According to Deb Calvert, author of DISCOVER Questions Get You Connected, most salespeople rely on the same three types of questions: Straightforward fact-gathering questions, objection-surfacing questions, and goal-assessment questions.
These question “flavors” can be highly valuable, but only if you combine them with other ones. Three types of questions will lead to just three types of answers -- and that means you’ll likely overlook valuable information, misdiagnose pain, make incorrect assumptions, and dig into the wrong areas.
To avoid these mistakes, incorporate the seven question categories below into your sales conversations.
The 7 Types of Sales Questions Reps Should Ask Prospects
1) Fact-Gathering Questions
Fact-gathering questions give you more insight, background, or context. Prospects can usually answer them in one or two sentences.
Although these questions are helpful for learning more about your buyer’s situation, the buyer doesn’t benefit. After all, they’re reciting information they already know.
Asking too many fact-gathering questions can also damage your credibility. Prospects expect you to research their company and industry before you call or meet with them, so try to find an answer to your question through a different channel first.
Here are three examples of fact-gathering questions:
“How long have you been in business?”
“What are your average monthly operating expenses?”
“Which of your locations is most profitable?”
It’s easy to discover online your target company’s age, so avoid asking the first question. However, you probably couldn’t find the answers to the second or third questions independently.
2) Goal-Assessment Questions
Once you know your prospect’s goals, you can demonstrate how your product will help achieve them.
Use goal-assessment questions during the discovery process. Depending on your product and the buyer, it may make sense to ask about multiple objectives:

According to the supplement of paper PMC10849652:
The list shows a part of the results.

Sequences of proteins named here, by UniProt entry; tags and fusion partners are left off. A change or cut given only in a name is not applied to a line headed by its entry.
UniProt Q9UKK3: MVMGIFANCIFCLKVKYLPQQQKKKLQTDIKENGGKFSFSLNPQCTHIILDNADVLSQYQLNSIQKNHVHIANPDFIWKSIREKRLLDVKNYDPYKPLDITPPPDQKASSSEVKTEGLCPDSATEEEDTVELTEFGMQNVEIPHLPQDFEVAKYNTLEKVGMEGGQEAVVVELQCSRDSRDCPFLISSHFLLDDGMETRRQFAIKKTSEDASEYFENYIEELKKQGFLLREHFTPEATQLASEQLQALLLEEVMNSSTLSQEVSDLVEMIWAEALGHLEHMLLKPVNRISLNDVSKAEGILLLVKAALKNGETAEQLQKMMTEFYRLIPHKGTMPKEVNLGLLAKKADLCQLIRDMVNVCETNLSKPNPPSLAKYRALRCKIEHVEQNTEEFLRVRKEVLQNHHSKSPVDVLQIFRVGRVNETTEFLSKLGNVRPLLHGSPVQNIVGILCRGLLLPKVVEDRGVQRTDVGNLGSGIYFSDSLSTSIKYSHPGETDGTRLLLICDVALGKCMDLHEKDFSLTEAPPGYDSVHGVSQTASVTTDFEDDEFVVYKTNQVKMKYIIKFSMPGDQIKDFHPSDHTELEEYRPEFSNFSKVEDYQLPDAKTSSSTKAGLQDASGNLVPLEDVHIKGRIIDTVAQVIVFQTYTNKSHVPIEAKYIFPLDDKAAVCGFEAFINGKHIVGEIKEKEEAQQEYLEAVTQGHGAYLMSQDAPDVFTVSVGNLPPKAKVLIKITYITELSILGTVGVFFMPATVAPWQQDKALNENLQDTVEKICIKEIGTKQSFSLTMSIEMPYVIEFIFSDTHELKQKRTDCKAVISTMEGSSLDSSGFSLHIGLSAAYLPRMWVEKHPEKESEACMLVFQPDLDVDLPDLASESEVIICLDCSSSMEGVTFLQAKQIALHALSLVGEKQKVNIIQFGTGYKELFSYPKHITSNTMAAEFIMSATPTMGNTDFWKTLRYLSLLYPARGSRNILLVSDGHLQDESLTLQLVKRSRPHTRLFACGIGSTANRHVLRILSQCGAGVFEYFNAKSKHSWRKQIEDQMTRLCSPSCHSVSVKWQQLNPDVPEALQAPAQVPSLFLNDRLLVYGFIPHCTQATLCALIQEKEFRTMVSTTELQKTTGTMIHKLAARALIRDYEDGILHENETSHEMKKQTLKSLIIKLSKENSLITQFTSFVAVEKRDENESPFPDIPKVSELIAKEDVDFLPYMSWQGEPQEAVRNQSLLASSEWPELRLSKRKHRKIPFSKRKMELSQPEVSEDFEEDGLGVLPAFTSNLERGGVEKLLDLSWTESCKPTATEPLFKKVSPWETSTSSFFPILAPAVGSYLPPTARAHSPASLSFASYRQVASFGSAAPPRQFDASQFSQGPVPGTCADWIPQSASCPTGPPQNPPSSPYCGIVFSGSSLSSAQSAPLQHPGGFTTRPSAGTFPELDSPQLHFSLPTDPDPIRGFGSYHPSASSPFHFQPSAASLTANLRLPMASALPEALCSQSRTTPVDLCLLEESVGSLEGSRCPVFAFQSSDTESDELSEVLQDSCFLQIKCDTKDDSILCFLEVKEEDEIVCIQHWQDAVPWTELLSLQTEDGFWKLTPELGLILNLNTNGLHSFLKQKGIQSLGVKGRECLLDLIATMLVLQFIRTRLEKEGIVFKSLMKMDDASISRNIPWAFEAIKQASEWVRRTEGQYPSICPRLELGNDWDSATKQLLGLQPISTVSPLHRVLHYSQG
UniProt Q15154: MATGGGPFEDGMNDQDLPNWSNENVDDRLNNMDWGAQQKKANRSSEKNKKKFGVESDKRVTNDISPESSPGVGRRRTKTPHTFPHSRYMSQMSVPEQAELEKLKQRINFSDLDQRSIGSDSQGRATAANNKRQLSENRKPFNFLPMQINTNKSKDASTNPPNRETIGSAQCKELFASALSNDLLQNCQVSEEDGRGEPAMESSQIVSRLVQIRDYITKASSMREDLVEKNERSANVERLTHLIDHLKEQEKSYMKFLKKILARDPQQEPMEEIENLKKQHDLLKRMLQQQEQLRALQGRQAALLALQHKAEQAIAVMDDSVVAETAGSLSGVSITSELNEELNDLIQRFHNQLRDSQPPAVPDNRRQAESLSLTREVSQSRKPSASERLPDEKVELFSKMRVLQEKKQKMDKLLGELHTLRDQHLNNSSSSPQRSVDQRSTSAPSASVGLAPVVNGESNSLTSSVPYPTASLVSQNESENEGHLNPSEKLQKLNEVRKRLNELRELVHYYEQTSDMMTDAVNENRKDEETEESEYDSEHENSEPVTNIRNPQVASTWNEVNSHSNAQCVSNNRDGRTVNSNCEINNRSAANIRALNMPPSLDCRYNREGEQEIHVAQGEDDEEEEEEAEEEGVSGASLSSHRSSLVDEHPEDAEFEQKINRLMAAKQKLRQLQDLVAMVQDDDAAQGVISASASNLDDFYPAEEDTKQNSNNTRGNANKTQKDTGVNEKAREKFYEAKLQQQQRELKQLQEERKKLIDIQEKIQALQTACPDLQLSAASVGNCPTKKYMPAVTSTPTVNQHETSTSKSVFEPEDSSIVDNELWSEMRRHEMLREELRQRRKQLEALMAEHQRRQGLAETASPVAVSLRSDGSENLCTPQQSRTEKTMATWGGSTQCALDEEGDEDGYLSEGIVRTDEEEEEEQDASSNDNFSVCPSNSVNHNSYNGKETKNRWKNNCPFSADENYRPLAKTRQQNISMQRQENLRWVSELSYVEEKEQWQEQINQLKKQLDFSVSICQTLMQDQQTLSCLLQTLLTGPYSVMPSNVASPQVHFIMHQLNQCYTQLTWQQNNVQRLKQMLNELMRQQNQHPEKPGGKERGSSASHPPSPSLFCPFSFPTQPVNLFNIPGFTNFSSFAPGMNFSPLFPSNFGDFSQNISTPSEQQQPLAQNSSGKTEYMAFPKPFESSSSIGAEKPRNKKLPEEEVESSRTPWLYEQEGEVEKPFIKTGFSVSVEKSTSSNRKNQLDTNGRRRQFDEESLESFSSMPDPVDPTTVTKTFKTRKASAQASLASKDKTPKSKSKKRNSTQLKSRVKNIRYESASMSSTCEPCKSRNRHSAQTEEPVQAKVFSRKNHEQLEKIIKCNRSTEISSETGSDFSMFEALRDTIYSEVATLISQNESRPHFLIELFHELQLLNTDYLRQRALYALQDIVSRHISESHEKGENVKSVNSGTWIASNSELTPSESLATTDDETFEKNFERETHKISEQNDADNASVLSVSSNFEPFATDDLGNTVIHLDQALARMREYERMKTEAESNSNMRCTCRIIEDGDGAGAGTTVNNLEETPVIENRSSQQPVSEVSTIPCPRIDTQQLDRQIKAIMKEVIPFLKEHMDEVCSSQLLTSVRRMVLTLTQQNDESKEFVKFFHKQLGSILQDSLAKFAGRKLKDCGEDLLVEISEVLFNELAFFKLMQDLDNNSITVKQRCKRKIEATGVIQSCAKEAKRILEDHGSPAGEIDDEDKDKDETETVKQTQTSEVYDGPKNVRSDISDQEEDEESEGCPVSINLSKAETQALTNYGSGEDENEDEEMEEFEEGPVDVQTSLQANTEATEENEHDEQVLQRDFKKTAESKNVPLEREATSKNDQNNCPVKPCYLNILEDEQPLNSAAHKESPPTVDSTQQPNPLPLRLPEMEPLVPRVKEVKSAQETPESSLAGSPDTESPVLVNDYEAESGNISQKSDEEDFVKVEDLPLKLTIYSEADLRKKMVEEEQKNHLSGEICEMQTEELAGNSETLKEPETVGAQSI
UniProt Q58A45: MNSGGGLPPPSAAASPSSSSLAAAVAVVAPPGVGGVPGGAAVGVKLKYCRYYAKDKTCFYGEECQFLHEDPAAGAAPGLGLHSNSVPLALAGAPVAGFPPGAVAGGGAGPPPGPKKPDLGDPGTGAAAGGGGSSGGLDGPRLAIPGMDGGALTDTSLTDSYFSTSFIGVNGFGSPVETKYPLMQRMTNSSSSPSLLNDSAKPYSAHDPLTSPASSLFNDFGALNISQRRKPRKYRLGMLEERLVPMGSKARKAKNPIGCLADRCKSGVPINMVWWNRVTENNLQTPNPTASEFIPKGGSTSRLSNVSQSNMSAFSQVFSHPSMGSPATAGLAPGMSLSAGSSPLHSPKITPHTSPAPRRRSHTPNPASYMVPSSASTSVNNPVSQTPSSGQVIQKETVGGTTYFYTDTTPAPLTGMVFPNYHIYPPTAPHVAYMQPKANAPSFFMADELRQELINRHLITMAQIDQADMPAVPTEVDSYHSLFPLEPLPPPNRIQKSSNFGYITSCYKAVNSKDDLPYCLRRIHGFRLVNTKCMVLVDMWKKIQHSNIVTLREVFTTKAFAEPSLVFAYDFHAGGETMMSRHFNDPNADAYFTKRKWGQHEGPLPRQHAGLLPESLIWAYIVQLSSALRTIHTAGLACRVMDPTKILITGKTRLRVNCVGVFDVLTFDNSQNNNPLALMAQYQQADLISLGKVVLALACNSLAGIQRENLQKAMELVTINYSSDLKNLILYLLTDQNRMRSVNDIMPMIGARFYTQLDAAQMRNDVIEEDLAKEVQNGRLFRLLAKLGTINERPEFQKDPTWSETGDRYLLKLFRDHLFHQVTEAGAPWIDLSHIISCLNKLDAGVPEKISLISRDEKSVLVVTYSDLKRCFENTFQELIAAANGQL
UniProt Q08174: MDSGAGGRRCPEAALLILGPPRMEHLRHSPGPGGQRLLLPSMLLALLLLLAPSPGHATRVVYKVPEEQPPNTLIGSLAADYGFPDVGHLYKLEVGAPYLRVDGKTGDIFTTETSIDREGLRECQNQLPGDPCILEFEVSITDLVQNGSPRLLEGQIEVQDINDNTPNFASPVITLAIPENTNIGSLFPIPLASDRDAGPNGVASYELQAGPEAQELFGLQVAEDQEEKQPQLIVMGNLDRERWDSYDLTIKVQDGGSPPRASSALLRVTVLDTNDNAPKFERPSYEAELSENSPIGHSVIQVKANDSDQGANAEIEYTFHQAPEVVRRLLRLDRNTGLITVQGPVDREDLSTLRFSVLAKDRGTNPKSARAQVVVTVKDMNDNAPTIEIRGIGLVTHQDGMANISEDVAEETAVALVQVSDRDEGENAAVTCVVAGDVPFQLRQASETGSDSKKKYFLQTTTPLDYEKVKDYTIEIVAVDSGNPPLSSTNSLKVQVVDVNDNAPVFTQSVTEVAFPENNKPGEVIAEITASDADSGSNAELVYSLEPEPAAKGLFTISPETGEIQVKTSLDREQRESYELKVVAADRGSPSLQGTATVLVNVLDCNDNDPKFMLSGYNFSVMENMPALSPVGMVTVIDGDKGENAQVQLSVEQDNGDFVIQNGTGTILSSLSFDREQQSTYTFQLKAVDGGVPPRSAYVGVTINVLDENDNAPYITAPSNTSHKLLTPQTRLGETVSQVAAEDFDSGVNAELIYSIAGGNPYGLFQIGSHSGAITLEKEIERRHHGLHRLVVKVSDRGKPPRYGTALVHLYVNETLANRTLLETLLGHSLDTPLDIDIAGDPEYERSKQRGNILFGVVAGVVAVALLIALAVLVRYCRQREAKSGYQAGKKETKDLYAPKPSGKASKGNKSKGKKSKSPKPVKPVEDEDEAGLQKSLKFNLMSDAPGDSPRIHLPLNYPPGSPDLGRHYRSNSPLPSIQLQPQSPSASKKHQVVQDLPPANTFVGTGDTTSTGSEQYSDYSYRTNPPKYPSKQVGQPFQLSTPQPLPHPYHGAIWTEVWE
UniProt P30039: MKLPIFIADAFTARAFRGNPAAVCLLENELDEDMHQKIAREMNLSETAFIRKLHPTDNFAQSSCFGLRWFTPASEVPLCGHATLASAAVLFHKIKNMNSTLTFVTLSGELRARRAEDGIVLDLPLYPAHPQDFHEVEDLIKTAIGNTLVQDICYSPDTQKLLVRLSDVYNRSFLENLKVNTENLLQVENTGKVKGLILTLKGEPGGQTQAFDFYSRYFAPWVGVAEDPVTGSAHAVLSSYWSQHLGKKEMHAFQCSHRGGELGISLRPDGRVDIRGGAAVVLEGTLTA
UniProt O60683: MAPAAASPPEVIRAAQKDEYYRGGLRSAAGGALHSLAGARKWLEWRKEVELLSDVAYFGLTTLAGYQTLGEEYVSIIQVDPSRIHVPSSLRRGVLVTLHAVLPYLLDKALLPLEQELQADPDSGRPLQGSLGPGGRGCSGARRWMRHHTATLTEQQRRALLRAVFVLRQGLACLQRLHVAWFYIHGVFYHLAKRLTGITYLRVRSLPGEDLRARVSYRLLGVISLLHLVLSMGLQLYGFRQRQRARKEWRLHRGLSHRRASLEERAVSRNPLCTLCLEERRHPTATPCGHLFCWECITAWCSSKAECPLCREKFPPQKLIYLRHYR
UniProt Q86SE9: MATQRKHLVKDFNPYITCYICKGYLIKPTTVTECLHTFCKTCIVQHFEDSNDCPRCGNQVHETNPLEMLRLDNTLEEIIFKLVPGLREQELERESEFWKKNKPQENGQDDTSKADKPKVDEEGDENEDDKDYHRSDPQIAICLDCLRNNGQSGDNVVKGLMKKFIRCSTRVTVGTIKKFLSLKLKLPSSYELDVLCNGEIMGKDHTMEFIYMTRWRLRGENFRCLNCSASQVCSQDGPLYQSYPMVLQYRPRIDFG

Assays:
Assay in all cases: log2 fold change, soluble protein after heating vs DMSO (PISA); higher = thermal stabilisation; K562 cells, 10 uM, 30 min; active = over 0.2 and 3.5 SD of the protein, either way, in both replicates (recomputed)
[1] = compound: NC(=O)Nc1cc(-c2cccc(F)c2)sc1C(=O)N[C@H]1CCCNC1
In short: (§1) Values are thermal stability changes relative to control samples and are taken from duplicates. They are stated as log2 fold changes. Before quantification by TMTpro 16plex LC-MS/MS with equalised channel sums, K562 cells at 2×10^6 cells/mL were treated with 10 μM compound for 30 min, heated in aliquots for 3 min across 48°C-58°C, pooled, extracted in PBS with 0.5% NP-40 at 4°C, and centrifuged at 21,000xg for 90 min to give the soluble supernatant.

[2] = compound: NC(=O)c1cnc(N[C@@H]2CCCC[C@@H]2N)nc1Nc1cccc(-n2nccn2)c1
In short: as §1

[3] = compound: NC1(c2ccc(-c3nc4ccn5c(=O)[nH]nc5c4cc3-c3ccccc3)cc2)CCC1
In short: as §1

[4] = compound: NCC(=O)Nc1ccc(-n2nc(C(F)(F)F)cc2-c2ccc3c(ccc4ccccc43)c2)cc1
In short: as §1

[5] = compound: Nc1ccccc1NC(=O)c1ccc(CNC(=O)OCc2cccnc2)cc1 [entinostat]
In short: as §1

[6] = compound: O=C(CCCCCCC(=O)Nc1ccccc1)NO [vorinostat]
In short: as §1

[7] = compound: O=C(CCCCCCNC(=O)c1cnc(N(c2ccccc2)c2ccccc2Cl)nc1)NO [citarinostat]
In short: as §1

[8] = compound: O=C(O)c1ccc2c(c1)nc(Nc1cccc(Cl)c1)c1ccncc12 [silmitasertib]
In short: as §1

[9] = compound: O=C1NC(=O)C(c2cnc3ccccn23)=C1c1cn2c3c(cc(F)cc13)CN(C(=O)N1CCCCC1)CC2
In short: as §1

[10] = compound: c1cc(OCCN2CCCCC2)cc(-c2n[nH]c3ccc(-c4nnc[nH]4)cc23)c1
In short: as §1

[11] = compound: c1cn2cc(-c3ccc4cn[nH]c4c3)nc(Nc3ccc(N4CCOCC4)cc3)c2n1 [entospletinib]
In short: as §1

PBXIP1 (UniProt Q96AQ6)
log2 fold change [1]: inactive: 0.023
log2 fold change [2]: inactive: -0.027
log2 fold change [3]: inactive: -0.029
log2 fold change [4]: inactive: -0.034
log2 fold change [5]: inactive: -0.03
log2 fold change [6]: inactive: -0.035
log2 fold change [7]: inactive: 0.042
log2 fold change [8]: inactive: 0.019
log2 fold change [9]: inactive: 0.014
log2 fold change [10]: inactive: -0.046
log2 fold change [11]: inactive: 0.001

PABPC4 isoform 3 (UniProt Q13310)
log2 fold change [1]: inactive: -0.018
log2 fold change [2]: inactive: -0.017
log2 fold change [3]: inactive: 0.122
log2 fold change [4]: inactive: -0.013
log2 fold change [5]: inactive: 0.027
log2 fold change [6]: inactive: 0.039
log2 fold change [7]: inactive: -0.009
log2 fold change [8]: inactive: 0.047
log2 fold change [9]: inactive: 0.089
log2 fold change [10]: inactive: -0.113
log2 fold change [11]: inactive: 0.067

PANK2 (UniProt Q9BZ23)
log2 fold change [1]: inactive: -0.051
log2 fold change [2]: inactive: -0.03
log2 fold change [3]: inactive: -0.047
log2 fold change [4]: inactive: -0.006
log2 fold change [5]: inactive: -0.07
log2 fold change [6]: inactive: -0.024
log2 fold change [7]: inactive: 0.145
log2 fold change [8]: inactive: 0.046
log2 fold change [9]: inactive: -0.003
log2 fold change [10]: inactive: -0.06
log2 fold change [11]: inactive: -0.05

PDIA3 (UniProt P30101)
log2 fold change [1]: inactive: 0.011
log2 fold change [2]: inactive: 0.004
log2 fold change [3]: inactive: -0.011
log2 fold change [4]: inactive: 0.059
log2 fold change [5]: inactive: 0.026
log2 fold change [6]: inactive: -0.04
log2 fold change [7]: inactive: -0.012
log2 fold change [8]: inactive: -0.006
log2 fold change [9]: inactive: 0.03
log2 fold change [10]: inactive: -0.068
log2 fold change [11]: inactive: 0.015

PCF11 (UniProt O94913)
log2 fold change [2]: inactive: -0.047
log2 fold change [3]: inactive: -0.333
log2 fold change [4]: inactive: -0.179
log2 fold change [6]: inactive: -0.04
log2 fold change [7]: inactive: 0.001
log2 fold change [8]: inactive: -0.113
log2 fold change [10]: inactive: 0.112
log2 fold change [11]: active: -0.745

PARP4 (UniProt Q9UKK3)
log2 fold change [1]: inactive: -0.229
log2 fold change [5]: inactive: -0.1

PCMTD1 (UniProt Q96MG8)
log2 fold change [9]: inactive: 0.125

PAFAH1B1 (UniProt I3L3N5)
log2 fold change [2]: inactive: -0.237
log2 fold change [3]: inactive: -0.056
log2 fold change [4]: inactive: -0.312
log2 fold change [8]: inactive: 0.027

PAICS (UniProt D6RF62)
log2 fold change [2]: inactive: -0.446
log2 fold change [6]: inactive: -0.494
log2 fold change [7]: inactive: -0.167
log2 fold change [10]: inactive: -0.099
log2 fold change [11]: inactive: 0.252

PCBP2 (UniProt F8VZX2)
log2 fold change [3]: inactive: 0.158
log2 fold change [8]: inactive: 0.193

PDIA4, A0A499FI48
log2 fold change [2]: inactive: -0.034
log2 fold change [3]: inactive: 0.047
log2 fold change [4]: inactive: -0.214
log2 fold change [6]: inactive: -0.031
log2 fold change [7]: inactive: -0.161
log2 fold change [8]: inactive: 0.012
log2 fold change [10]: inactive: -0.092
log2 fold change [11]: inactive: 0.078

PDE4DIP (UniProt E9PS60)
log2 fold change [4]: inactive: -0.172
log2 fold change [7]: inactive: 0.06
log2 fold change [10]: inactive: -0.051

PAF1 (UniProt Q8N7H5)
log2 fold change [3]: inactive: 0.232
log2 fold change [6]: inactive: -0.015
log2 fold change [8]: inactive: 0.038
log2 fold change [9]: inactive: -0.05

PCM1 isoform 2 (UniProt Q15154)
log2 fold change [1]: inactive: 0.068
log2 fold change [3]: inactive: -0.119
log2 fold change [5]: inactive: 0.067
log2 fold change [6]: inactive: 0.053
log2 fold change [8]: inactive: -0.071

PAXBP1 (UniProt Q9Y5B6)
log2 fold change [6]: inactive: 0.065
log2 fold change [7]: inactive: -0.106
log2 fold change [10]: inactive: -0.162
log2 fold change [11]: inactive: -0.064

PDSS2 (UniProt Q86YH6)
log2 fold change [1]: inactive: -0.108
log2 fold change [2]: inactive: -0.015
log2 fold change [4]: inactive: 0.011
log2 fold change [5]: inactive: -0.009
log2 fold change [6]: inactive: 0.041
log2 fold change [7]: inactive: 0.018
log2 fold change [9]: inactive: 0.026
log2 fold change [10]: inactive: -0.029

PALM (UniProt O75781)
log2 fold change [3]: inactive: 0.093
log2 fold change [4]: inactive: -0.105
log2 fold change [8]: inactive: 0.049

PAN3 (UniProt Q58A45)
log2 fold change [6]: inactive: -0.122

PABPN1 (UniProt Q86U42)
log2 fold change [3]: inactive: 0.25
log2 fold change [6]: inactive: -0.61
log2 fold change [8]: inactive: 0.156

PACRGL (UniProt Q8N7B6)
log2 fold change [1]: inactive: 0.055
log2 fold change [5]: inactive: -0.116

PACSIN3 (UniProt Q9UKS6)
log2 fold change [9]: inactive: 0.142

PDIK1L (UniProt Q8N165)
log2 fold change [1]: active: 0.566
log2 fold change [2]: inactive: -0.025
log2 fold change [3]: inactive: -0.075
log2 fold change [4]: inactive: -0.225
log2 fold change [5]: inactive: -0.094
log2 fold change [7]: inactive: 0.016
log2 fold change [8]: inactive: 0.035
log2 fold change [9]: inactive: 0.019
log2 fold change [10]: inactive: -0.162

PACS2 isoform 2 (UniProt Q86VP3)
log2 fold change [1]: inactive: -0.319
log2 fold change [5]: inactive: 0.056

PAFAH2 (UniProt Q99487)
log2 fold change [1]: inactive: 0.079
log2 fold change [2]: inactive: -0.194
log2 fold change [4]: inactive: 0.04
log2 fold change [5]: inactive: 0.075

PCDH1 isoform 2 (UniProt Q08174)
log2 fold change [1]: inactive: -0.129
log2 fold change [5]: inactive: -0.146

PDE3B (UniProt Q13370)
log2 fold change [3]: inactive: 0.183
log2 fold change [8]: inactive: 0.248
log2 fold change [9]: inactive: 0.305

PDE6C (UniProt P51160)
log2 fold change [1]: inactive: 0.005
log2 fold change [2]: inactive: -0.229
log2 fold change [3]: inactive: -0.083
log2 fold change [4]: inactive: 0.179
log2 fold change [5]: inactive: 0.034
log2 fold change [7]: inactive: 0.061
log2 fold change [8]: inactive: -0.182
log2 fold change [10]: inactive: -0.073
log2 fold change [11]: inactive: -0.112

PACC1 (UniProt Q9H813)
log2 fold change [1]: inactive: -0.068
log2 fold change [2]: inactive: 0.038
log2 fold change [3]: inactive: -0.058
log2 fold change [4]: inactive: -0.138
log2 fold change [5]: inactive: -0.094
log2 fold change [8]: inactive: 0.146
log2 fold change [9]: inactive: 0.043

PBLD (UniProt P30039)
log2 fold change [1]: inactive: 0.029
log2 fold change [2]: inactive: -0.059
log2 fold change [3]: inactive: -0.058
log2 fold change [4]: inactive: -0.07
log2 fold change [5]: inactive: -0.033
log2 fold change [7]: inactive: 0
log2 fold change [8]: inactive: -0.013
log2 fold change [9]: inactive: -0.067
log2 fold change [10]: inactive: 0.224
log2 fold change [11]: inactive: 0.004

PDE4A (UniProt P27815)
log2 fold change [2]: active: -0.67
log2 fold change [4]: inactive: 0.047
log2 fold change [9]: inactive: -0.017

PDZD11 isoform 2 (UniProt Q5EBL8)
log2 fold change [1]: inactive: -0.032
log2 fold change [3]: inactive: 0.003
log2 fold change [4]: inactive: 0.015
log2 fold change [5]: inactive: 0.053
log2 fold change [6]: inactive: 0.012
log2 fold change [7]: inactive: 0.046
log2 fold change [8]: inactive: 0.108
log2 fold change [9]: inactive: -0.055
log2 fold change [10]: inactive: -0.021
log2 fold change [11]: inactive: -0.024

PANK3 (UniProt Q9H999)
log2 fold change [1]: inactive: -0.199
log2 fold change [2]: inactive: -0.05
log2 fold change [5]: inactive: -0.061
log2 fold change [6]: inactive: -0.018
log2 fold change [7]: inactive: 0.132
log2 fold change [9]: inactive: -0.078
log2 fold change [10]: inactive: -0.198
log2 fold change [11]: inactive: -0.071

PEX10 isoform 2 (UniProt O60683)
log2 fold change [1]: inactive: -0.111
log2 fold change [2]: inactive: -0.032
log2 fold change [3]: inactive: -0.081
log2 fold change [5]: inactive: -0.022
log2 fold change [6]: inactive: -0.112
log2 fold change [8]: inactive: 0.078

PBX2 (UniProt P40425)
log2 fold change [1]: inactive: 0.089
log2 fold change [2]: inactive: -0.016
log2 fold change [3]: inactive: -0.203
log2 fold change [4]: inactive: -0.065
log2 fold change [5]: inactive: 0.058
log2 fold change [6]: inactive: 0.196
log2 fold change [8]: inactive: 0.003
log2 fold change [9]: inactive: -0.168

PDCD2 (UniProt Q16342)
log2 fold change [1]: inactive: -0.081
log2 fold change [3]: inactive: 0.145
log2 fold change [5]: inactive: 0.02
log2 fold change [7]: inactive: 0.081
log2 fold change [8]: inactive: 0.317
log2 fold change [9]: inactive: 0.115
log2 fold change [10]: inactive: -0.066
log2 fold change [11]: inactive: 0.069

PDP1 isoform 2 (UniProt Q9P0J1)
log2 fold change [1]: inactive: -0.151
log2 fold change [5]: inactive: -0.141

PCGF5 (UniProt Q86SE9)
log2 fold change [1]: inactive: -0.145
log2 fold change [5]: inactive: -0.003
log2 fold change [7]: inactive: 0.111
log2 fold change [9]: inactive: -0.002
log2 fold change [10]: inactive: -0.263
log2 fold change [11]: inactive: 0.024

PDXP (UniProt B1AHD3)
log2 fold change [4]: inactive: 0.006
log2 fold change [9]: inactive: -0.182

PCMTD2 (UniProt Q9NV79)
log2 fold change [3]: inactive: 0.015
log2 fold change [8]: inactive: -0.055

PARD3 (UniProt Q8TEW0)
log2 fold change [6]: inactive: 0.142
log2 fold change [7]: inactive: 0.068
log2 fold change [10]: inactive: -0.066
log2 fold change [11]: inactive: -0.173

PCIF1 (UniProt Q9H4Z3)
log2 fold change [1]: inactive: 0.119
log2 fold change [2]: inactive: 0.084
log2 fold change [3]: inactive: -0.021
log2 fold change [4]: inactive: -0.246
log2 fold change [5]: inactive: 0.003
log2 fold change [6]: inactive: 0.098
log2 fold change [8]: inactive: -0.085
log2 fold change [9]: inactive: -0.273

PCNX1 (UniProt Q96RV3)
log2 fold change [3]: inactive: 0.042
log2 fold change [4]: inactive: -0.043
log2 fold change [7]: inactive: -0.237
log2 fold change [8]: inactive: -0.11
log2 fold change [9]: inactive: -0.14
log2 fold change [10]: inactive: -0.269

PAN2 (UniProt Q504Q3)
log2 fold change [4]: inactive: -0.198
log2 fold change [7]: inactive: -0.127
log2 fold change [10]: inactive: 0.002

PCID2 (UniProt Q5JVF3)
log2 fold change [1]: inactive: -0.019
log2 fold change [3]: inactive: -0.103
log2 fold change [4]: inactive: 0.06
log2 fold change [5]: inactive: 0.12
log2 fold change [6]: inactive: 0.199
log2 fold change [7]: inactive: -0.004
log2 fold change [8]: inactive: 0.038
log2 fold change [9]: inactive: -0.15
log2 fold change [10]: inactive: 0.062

Their personal goals (the promotion they’re angling for)
Their functional goals (hitting a certain sales number or running X campaigns each quarter)
Their team’s goals (working with X number of clients or decreasing overhead)
Their department’s goals (rolling out a new product or expanding to a new market)
Their company’s goals (raising another round of funding, opening another office, increasing customer retention, and so on)
These questions are fairly straightforward. Ask, “What are you responsible for accomplishing in the next [week/month/quarter/year]?” Alternatively, ask your prospect to describe the projects they’re currently working on and how each maps to their high-level objectives.
3) Priority Questions
A well-crafted priority question identifies the buyer’s most important objectives or challenges and is a fantastic follow-up to goal-assessment questions. Many salespeople assume they already know prospects’ priorities based on previous customers -- to their detriment.
For example, if the vast majority of small biotech startups you work with struggle to raise funding, you might take it for granted your current prospect's company is having the same issue. If you don’t probe into your prospect's high-level concerns, you could potentially base your entire strategy on a false premise.
Take a look at these sample priority questions:
“What are you most focused on achieving this [month, quarter, year]?”
“Define what success would look like for your [role, function, team, company].”
“Of the [goals/challenges] we’ve discussed, which are you most eager to [achieve/solve]?”
Try to avoid asking closed-ended priority questions, which can influence your prospect’s response. For instance, it’s better to ask “How important is fixing [issue]?” rather than “Is fixing [issue] your top priority?”
4) Thought-Provoking Questions